# Problem set 4

**11:59 PM**on Monday, October 19, 2020

**Submit this as a PDF on iCollege.** You can use whatever you want to make your drawings, including Gravit Designer, Adobe Illustrator, Excel, PowerPoint, Microsoft Paint, or photographed/scanned pen and paper. **I highly recommend using Desmos too!**

**Cite your sources and show your work.**

## 1

Imagine a mild-mannered professor named Chidi Anagonye who is crippled with decision anxiety. He has to choose the best combination of pizza and frozen yogurt, but doesn’t know what to do! Here’s the information he has:

He has a budget of $45 and must spend it all.

Slices of Hawaiian pizza cost $3. Abbreviate this as \(x\).

Bowls of frozen yogurt cost $1.50. Abbreviate this as \(y\).

The happiness Chidi gets from eating pizza and frozen yogurt can be modeled with this utility function:

\[ U(x, y) = x^2\ 0.25y \]

### Part 1

Draw Chidi’s budget line (or his personal consumption possibility frontier) and figure out the equation for this line in \(y = mx + b\) form. What is the equation?

### Part 2

Rearrange Chidi’s utility function using algebra so that it is in terms of \(y\) (i.e. so that it starts with \(y =\)). (Mega hint: you can check your algebra with WolframAlpha by typing `solve u = x^2 * 0.25y for y`

). Plot his indifference curves for 10 utils, 100 utils, and 500 utils (using Desmos or any other graphing system).

What do these lines each represent?

### Part 3

This utility function looks a little different from ones we’ve seen previously in class, since \(x\) and \(y\) no longer have the same numbers in front of them. What does this imply about Chidi’s preferences, and why? Choose A, B, C, or D and explain in **≈30 words**:

- There is a 1:1 ratio of utility. He can exchange one slice of pizza for one bowl of yogurt and maintain the same level of utility.
- He prefers yogurt to pizza. If the prices of both items were identical, he would consume twice as many yogurts.
- He prefers pizza to yogurt. If the prices of both items were identical, he would consume twice as much pizza.
- It is impossible to know; utility is imaginary.

### Part 4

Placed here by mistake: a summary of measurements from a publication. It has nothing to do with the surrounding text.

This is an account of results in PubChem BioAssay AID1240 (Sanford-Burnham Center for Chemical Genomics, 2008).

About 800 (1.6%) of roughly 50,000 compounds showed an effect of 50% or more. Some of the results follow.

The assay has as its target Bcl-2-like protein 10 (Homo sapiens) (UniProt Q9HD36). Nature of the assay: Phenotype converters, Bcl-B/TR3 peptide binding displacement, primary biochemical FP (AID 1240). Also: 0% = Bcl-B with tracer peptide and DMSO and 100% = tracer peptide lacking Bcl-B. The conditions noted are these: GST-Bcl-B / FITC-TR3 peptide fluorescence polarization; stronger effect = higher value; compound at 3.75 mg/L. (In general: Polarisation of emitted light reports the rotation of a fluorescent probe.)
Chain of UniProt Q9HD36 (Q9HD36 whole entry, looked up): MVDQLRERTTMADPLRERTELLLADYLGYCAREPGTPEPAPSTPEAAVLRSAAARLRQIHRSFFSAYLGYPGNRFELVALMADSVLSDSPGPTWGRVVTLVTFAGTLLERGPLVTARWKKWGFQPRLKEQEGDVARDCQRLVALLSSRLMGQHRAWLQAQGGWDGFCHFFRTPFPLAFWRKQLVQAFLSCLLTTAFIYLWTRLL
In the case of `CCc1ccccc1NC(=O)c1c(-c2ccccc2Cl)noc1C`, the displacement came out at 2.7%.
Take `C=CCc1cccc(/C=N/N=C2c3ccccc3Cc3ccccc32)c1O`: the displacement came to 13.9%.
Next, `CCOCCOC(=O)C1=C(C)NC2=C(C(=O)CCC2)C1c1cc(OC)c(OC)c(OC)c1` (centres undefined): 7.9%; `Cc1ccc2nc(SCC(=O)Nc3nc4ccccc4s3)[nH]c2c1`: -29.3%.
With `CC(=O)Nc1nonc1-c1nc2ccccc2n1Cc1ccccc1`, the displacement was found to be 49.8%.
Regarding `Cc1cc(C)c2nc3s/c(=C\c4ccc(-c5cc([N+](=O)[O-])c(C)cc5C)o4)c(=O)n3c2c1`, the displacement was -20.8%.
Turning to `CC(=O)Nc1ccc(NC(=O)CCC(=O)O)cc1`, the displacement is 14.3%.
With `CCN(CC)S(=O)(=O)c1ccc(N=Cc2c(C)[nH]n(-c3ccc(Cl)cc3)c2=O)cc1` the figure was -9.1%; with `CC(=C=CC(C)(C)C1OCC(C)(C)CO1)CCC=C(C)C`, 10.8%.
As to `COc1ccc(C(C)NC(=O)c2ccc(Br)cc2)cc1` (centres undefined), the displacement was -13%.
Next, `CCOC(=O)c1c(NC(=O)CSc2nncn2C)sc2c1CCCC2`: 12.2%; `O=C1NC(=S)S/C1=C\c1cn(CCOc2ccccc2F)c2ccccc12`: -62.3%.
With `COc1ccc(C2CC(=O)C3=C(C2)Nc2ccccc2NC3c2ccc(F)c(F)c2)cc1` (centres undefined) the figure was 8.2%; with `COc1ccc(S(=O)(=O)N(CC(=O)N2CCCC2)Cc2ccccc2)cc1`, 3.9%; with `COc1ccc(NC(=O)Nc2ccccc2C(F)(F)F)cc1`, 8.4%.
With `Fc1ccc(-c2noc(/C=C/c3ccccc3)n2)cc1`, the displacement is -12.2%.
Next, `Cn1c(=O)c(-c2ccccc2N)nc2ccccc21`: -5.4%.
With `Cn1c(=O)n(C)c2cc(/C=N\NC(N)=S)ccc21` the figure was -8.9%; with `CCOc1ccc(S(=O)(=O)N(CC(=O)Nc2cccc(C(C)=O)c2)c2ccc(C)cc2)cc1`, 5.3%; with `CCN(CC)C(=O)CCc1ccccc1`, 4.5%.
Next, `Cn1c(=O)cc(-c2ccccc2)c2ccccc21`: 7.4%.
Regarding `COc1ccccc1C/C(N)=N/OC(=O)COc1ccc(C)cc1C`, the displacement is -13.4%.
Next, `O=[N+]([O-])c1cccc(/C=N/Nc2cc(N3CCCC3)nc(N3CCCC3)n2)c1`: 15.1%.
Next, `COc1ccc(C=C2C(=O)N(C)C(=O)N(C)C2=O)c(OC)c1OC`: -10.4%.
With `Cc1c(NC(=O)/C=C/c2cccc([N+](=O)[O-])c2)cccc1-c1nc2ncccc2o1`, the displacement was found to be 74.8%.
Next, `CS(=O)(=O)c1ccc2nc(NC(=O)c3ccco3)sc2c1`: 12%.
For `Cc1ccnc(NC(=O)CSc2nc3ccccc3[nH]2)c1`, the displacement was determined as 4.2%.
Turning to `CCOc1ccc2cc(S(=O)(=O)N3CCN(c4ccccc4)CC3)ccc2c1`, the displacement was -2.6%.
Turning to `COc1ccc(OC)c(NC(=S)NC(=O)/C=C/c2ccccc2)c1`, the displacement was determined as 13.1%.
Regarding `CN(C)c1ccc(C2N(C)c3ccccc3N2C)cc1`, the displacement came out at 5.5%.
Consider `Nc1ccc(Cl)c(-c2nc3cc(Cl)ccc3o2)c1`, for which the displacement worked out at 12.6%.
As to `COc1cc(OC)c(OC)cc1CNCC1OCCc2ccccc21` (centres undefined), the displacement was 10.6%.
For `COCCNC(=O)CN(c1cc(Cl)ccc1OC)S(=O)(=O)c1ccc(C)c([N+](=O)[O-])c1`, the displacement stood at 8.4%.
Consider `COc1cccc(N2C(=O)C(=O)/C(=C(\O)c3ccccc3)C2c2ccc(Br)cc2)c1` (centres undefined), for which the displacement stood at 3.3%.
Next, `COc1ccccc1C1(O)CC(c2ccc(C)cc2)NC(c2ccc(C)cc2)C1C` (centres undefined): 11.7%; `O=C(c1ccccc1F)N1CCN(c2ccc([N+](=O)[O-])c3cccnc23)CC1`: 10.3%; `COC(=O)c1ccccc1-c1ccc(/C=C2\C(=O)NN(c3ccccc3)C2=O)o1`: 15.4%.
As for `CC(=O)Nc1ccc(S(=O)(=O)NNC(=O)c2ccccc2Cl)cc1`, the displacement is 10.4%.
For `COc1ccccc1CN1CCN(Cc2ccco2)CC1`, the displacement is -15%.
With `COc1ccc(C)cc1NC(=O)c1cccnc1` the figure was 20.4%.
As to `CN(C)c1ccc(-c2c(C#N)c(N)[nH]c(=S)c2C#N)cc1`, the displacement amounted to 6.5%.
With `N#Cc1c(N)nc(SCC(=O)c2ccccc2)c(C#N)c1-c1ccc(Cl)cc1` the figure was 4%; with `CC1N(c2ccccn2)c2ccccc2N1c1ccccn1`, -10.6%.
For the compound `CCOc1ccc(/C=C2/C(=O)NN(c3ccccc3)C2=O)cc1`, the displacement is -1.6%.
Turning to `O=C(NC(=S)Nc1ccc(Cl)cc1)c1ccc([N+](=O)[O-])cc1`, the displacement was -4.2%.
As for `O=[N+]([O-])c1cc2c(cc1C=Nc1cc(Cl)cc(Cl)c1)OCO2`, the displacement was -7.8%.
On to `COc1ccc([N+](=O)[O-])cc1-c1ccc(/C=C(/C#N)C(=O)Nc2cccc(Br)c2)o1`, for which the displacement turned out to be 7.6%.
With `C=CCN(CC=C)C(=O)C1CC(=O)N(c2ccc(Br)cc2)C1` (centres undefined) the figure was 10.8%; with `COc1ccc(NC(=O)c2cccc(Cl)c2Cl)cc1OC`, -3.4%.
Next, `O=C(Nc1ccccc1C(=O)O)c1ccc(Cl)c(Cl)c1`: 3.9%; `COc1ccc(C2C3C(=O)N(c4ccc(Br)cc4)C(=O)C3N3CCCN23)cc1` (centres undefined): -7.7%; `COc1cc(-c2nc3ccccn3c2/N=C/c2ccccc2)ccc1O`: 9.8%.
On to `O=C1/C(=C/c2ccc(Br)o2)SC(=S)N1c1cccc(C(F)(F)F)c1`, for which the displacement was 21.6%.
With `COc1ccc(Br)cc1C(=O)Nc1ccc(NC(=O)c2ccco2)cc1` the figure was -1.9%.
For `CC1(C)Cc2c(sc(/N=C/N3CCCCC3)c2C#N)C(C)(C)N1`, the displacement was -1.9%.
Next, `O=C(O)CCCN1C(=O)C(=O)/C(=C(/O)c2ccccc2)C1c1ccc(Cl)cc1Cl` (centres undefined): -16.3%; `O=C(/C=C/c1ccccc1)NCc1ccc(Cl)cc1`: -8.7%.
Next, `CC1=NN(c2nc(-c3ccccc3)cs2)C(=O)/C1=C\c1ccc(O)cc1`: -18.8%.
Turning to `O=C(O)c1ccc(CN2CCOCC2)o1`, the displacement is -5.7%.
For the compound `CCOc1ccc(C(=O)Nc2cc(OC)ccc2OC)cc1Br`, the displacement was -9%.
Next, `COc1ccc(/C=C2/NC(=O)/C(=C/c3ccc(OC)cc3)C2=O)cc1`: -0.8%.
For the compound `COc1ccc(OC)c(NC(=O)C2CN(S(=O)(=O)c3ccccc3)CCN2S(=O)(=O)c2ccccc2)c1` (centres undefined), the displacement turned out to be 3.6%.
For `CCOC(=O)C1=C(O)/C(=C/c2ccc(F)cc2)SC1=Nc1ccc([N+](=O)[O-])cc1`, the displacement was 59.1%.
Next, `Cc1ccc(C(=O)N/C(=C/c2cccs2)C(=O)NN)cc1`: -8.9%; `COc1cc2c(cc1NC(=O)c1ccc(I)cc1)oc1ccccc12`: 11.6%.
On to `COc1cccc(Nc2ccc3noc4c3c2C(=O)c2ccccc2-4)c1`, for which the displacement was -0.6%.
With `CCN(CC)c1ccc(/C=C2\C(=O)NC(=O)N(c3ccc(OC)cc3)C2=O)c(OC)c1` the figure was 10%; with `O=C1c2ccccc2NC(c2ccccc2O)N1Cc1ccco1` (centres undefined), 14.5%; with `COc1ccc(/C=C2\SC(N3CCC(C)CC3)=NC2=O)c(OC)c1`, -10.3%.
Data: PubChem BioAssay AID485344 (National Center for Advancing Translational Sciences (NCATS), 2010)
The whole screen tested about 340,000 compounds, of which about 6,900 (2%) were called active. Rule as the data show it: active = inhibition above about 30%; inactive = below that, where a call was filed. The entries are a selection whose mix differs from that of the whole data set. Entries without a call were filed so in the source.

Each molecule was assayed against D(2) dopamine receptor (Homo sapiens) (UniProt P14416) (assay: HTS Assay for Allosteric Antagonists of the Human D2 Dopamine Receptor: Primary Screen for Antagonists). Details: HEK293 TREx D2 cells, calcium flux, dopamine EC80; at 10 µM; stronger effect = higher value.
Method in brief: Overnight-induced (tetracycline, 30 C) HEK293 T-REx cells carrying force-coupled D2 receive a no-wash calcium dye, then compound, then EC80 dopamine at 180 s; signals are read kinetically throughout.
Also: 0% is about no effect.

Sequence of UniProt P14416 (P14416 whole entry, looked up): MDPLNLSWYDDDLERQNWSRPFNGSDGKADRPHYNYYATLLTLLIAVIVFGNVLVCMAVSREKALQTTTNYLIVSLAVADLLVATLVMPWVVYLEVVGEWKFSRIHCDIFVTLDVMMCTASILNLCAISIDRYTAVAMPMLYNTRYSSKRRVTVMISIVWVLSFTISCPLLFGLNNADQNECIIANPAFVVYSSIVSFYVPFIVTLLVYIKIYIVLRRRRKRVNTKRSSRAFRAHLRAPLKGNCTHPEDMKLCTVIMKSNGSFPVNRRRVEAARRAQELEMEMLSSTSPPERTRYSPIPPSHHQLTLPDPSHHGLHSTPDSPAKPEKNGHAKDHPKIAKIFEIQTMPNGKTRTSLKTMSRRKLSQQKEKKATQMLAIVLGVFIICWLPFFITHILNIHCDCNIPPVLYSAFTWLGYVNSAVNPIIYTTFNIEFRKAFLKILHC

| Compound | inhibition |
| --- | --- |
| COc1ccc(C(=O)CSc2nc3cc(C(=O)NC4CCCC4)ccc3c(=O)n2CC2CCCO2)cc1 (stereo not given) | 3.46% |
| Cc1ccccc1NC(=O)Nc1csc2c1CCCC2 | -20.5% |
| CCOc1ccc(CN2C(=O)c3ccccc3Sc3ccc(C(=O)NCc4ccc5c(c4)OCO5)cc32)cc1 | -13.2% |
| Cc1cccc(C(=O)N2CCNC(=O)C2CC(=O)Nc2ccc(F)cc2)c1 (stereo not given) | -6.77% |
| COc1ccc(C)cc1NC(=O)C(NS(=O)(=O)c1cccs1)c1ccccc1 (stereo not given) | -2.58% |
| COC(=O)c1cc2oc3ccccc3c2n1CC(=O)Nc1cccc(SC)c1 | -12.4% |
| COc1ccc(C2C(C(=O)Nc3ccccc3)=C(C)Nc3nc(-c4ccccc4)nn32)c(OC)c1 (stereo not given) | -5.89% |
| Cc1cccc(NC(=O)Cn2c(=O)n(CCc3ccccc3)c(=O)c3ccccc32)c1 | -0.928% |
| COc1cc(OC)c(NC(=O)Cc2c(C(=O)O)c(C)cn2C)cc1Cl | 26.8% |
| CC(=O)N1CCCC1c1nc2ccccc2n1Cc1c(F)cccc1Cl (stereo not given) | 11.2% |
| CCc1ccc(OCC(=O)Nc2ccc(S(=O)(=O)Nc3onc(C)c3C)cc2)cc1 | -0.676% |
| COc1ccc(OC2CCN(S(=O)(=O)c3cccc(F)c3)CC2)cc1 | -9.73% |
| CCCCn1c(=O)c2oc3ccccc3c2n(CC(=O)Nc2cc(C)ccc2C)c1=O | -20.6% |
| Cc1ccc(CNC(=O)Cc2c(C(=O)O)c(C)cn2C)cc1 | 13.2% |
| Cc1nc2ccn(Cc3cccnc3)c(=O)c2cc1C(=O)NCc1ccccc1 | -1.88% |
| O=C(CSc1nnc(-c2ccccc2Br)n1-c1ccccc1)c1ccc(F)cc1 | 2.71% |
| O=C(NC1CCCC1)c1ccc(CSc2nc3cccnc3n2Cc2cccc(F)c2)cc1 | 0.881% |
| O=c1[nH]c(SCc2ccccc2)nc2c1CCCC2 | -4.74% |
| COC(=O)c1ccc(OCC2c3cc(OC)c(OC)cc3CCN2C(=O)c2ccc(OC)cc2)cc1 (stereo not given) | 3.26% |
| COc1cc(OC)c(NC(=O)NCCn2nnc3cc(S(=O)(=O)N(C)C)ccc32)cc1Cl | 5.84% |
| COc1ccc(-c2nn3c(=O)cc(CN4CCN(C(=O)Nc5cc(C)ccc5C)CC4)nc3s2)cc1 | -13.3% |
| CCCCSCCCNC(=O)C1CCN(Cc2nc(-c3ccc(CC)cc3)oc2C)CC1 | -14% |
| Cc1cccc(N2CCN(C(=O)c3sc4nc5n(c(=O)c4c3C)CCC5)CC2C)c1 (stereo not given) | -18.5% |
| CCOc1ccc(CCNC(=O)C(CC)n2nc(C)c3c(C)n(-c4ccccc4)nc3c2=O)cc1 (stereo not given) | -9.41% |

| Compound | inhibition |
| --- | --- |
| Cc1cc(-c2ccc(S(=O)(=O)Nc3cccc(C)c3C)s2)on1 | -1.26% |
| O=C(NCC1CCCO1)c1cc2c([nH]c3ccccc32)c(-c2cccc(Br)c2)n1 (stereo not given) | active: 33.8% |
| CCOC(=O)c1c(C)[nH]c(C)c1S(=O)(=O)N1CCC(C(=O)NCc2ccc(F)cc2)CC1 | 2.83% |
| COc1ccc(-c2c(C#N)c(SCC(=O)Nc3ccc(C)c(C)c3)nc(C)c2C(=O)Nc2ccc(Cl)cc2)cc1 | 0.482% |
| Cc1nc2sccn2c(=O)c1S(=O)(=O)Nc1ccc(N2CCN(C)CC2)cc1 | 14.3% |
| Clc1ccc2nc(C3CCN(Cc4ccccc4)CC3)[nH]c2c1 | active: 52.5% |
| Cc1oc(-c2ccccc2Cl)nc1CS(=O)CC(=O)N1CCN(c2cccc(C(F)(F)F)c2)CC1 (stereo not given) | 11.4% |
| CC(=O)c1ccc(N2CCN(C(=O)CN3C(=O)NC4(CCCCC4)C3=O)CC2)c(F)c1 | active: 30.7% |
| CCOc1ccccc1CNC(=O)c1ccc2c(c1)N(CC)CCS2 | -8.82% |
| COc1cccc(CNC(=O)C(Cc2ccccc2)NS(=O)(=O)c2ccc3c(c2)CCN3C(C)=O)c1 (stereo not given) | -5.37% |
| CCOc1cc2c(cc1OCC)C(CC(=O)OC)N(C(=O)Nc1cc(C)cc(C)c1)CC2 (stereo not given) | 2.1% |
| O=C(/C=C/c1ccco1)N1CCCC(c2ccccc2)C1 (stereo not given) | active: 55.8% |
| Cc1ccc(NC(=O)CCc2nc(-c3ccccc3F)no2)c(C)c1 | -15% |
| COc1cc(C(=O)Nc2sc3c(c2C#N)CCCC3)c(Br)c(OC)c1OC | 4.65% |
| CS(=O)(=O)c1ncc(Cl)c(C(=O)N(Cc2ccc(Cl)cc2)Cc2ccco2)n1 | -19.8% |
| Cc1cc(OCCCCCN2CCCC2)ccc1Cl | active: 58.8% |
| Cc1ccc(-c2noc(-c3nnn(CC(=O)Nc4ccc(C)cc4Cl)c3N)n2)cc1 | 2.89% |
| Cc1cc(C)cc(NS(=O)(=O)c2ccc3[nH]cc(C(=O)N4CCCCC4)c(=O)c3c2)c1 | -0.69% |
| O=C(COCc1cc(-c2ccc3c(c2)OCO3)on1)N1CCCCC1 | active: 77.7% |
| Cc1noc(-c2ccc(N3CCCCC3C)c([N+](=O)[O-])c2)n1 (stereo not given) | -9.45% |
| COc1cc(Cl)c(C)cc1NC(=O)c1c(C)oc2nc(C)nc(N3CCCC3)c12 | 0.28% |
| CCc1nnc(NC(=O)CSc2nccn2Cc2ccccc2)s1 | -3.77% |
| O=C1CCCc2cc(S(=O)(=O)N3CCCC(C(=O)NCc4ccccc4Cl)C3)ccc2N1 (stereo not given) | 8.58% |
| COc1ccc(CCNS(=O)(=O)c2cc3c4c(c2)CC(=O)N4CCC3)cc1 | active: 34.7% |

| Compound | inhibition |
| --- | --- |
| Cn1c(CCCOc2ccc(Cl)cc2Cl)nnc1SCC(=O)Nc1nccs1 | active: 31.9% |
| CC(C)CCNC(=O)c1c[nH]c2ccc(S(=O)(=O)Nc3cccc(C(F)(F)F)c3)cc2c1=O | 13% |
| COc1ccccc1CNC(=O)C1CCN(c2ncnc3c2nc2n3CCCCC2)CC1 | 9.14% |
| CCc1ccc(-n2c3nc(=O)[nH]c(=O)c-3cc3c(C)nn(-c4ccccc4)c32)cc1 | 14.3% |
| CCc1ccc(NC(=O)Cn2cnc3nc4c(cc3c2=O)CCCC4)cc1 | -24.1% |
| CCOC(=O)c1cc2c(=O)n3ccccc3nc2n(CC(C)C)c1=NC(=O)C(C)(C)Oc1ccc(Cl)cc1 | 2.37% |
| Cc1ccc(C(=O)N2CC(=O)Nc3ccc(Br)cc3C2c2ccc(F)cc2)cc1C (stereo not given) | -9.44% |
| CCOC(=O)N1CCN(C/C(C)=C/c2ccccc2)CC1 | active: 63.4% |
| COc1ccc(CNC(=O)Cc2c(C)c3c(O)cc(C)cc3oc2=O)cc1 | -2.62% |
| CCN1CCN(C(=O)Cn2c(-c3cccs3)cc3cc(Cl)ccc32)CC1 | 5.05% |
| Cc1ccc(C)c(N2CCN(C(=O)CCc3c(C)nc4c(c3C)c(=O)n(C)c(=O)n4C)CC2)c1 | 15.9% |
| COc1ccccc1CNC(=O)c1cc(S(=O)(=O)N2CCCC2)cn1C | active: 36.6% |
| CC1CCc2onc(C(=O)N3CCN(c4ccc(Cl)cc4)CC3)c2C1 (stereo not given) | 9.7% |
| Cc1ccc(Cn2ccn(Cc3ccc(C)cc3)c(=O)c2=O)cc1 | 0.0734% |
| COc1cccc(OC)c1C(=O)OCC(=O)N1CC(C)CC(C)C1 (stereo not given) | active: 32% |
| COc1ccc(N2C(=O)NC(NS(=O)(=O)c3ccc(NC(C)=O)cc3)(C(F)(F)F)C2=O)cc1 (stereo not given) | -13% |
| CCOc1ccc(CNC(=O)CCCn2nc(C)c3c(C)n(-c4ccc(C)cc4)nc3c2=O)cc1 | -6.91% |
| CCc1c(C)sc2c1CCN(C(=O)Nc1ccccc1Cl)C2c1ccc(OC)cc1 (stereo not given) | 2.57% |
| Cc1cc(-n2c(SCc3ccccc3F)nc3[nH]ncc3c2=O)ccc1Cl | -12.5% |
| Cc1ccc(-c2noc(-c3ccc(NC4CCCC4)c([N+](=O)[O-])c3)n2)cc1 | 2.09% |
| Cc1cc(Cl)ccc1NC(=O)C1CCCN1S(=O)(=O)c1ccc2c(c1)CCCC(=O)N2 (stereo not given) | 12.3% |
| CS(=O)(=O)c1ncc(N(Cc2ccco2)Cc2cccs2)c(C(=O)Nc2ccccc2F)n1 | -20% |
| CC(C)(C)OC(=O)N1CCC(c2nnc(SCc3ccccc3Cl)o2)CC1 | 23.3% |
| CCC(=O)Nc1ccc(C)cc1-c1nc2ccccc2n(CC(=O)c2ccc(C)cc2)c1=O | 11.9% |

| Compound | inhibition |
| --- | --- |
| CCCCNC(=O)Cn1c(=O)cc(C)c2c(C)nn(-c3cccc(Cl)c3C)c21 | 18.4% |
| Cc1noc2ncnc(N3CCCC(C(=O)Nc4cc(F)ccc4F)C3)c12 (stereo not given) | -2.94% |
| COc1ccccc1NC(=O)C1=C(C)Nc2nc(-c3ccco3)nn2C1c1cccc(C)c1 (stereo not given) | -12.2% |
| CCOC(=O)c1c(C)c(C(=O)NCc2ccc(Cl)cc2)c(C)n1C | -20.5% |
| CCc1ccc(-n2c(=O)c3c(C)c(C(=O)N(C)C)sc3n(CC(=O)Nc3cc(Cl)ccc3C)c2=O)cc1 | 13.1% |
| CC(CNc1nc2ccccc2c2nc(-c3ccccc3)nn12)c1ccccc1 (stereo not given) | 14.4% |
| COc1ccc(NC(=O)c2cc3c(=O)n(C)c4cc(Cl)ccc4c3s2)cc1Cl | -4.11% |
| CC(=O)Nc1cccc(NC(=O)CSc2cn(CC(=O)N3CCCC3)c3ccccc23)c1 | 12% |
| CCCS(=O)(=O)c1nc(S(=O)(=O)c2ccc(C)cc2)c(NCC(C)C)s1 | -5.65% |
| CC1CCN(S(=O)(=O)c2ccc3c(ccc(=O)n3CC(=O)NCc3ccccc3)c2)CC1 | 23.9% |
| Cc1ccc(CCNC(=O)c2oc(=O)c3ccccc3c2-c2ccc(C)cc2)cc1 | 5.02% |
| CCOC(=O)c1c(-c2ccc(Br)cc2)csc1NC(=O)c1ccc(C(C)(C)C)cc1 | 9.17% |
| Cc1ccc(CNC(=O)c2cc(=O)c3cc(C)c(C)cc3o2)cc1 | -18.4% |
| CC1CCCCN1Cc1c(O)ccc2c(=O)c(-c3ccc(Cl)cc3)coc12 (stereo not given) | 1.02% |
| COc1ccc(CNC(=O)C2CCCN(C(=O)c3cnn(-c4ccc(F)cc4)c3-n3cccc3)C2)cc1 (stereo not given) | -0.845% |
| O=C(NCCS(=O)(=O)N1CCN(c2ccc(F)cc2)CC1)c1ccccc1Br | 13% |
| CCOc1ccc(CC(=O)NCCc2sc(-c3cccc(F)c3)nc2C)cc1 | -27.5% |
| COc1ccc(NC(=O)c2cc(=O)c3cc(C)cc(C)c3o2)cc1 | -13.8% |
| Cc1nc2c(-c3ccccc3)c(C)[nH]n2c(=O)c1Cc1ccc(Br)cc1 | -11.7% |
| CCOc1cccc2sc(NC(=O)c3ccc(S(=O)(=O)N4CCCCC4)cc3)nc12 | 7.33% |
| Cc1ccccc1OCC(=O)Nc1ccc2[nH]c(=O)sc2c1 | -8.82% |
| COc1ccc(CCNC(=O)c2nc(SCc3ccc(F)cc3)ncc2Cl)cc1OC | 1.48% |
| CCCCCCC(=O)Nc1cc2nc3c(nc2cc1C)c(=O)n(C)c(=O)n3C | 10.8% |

The marginal rate of substitution (or slope of Chidi’s indifference curve) is \(\frac{2y}{x}\). (I calculated this by going to WolframAlpha, typing `derive u = x^2\ 0.25y`

, and finding the partial derivative with respect to \(x\) (\(8xy\)) and the partial derivative with respect to \(y\) (\(4x^2\)) and making them a ratio (\(\frac{8xy}{4x^2}\)). This simplifies down to \(\frac{2y}{x}\).) This does not take into account the prices he faces. The marginal rate of substitution can also be written as a ratio of prices, or \(\frac{\text{Price}_x}{\text{Price}_y}\).

Set the slope-only MRS and the ratio of prices equal to each other and solve for \(y\) (i.e. make the equation start with \(y =\)). This is the price-attuned marginal rate of substitution.

\[ \frac{2y}{x} = \frac{\text{Price}_\text{Pizza}}{\text{Price}_\text{Yogurt}} \]

Finally, find where the price-attuned marginal rate of substitution matches the budget line by solving the system of equations. (Hint: your budget line will be \(y = \text{something} x ± \text{something}\), and your adjusted MRS will be something like \(y = \text{something else} x ± \text{something else}\). Take the \(y\) of the adjusted MRS, plug it into the \(y\) of the budget line, and use algebra to figure out what \(x\) is (\(\text{something else} x ± \text{something else} = \text{something} x ± \text{something})\). Then take that \(x\), plug it in as \(x\) into one of the equations, and solve for \(y\).)

How many slices of pizza and bowls of frozen yogurt will Chidi consume given his budget of $45? How many utils will that level of consumption provide him with? Plot the budget line and tangential indifference curve.

## 2

Leslie Knope, deputy director of the parks department, once mused “Why would anybody ever eat anything besides breakfast food?” Consistent with this belief, she consumes waffles whenever possible.

Here are 5 different sets of budget lines and indifference curves. In each, *point A* shows original consumption, *point B* shows new consumption after a change in budget, and *point C* shows the in-between level of hypothetical consumption. *The red line shows the original budget line; the blue line shows the budget line after a change in prices.*

For each of these questions, select the appropriate answer(s) and explain why in *≈20 words.*

Of these graphs, which one(s) show an increase in the price of waffles? (

*multiple answers allowed, but multiple answers aren’t necessarily correct*)- I
- II
- III
- IV
- V

Of these graphs, which one(s) show an increase in income? (

*multiple answers allowed, but multiple answers aren’t necessarily correct*)- I
- II
- III
- IV
- V

Which of these graphs show waffles as a normal good? (

*multiple answers allowed, but multiple answers aren’t necessarily correct*)- I
- II
- III
- IV
- V

Which of these graphs show waffles as an inferior good? (